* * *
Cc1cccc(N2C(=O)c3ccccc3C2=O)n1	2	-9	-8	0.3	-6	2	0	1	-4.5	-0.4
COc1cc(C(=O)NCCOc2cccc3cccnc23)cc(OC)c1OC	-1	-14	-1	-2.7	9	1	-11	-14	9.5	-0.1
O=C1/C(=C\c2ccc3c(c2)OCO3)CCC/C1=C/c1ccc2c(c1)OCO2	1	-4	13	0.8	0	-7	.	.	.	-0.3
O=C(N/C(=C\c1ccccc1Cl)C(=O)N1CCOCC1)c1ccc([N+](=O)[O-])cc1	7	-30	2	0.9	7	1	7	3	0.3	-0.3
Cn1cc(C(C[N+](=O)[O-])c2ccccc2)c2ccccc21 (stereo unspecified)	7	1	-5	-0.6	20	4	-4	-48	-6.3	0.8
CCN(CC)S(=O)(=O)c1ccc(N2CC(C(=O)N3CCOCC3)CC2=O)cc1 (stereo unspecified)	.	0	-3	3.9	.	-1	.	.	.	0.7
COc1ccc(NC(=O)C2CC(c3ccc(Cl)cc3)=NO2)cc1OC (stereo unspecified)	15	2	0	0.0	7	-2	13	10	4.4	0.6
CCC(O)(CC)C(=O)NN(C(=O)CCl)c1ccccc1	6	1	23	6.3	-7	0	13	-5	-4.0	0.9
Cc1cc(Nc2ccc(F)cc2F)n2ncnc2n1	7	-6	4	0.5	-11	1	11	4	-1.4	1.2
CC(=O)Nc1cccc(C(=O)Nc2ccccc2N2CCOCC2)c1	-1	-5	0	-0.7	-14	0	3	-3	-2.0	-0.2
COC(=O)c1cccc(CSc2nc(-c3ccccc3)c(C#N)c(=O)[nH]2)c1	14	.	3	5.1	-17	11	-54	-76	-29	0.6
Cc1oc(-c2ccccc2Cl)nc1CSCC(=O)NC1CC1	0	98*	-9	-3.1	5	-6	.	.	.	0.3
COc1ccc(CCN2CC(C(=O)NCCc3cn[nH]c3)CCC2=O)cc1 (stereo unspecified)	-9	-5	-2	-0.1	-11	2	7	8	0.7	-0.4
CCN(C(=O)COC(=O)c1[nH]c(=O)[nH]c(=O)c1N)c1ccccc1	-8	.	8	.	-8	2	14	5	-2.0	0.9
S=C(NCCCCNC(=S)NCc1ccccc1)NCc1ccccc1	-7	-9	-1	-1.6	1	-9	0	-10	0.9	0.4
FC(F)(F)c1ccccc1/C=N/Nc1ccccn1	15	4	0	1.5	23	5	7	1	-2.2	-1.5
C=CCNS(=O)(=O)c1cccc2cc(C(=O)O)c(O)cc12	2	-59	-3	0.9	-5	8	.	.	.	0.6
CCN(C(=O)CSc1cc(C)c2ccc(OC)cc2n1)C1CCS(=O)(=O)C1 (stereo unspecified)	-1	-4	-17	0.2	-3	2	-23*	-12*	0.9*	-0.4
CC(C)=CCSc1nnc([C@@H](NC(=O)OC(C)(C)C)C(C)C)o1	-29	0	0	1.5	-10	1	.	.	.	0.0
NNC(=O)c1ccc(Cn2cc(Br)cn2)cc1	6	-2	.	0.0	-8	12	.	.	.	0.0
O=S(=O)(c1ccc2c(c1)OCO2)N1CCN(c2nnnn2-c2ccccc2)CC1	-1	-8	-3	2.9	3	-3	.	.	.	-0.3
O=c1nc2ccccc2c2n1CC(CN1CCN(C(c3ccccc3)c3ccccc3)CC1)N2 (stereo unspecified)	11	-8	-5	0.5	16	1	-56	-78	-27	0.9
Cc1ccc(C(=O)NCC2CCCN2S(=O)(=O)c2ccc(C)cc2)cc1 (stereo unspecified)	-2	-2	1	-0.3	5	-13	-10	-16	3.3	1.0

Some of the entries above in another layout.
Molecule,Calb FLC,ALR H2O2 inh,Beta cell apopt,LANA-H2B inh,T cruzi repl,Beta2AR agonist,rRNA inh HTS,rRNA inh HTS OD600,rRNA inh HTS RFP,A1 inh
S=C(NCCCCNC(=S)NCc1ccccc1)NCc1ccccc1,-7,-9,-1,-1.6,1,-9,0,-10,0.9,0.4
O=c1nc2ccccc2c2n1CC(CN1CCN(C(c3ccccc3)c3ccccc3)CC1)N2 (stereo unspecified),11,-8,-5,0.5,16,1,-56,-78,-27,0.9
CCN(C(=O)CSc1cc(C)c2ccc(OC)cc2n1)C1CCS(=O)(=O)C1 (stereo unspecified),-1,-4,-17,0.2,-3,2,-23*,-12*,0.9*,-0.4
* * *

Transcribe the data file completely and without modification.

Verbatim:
Cc1cccc(N2C(=O)c3ccccc3C2=O)n1	2	-9	-8	0.3	-6	2	0	1	-4.5	-0.4
COc1cc(C(=O)NCCOc2cccc3cccnc23)cc(OC)c1OC	-1	-14	-1	-2.7	9	1	-11	-14	9.5	-0.1
O=C1/C(=C\c2ccc3c(c2)OCO3)CCC/C1=C/c1ccc2c(c1)OCO2	1	-4	13	0.8	0	-7	.	.	.	-0.3
O=C(N/C(=C\c1ccccc1Cl)C(=O)N1CCOCC1)c1ccc([N+](=O)[O-])cc1	7	-30	2	0.9	7	1	7	3	0.3	-0.3
Cn1cc(C(C[N+](=O)[O-])c2ccccc2)c2ccccc21 (stereo unspecified)	7	1	-5	-0.6	20	4	-4	-48	-6.3	0.8
CCN(CC)S(=O)(=O)c1ccc(N2CC(C(=O)N3CCOCC3)CC2=O)cc1 (stereo unspecified)	.	0	-3	3.9	.	-1	.	.	.	0.7
COc1ccc(NC(=O)C2CC(c3ccc(Cl)cc3)=NO2)cc1OC (stereo unspecified)	15	2	0	0.0	7	-2	13	10	4.4	0.6
CCC(O)(CC)C(=O)NN(C(=O)CCl)c1ccccc1	6	1	23	6.3	-7	0	13	-5	-4.0	0.9
Cc1cc(Nc2ccc(F)cc2F)n2ncnc2n1	7	-6	4	0.5	-11	1	11	4	-1.4	1.2
CC(=O)Nc1cccc(C(=O)Nc2ccccc2N2CCOCC2)c1	-1	-5	0	-0.7	-14	0	3	-3	-2.0	-0.2
COC(=O)c1cccc(CSc2nc(-c3ccccc3)c(C#N)c(=O)[nH]2)c1	14	.	3	5.1	-17	11	-54	-76	-29	0.6
Cc1oc(-c2ccccc2Cl)nc1CSCC(=O)NC1CC1	0	98*	-9	-3.1	5	-6	.	.	.	0.3
COc1ccc(CCN2CC(C(=O)NCCc3cn[nH]c3)CCC2=O)cc1 (stereo unspecified)	-9	-5	-2	-0.1	-11	2	7	8	0.7	-0.4
CCN(C(=O)COC(=O)c1[nH]c(=O)[nH]c(=O)c1N)c1ccccc1	-8	.	8	.	-8	2	14	5	-2.0	0.9
S=C(NCCCCNC(=S)NCc1ccccc1)NCc1ccccc1	-7	-9	-1	-1.6	1	-9	0	-10	0.9	0.4
FC(F)(F)c1ccccc1/C=N/Nc1ccccn1	15	4	0	1.5	23	5	7	1	-2.2	-1.5
C=CCNS(=O)(=O)c1cccc2cc(C(=O)O)c(O)cc12	2	-59	-3	0.9	-5	8	.	.	.	0.6
CCN(C(=O)CSc1cc(C)c2ccc(OC)cc2n1)C1CCS(=O)(=O)C1 (stereo unspecified)	-1	-4	-17	0.2	-3	2	-23*	-12*	0.9*	-0.4
CC(C)=CCSc1nnc([C@@H](NC(=O)OC(C)(C)C)C(C)C)o1	-29	0	0	1.5	-10	1	.	.	.	0.0
NNC(=O)c1ccc(Cn2cc(Br)cn2)cc1	6	-2	.	0.0	-8	12	.	.	.	0.0
O=S(=O)(c1ccc2c(c1)OCO2)N1CCN(c2nnnn2-c2ccccc2)CC1	-1	-8	-3	2.9	3	-3	.	.	.	-0.3
O=c1nc2ccccc2c2n1CC(CN1CCN(C(c3ccccc3)c3ccccc3)CC1)N2 (stereo unspecified)	11	-8	-5	0.5	16	1	-56	-78	-27	0.9
Cc1ccc(C(=O)NCC2CCCN2S(=O)(=O)c2ccc(C)cc2)cc1 (stereo unspecified)	-2	-2	1	-0.3	5	-13	-10	-16	3.3	1.0

Some of the entries above in another layout.
Molecule,Calb FLC,ALR H2O2 inh,Beta cell apopt,LANA-H2B inh,T cruzi repl,Beta2AR agonist,rRNA inh HTS,rRNA inh HTS OD600,rRNA inh HTS RFP,A1 inh
S=C(NCCCCNC(=S)NCc1ccccc1)NCc1ccccc1,-7,-9,-1,-1.6,1,-9,0,-10,0.9,0.4
O=c1nc2ccccc2c2n1CC(CN1CCN(C(c3ccccc3)c3ccccc3)CC1)N2 (stereo unspecified),11,-8,-5,0.5,16,1,-56,-78,-27,0.9
CCN(C(=O)CSc1cc(C)c2ccc(OC)cc2n1)C1CCS(=O)(=O)C1 (stereo unspecified),-1,-4,-17,0.2,-3,2,-23*,-12*,0.9*,-0.4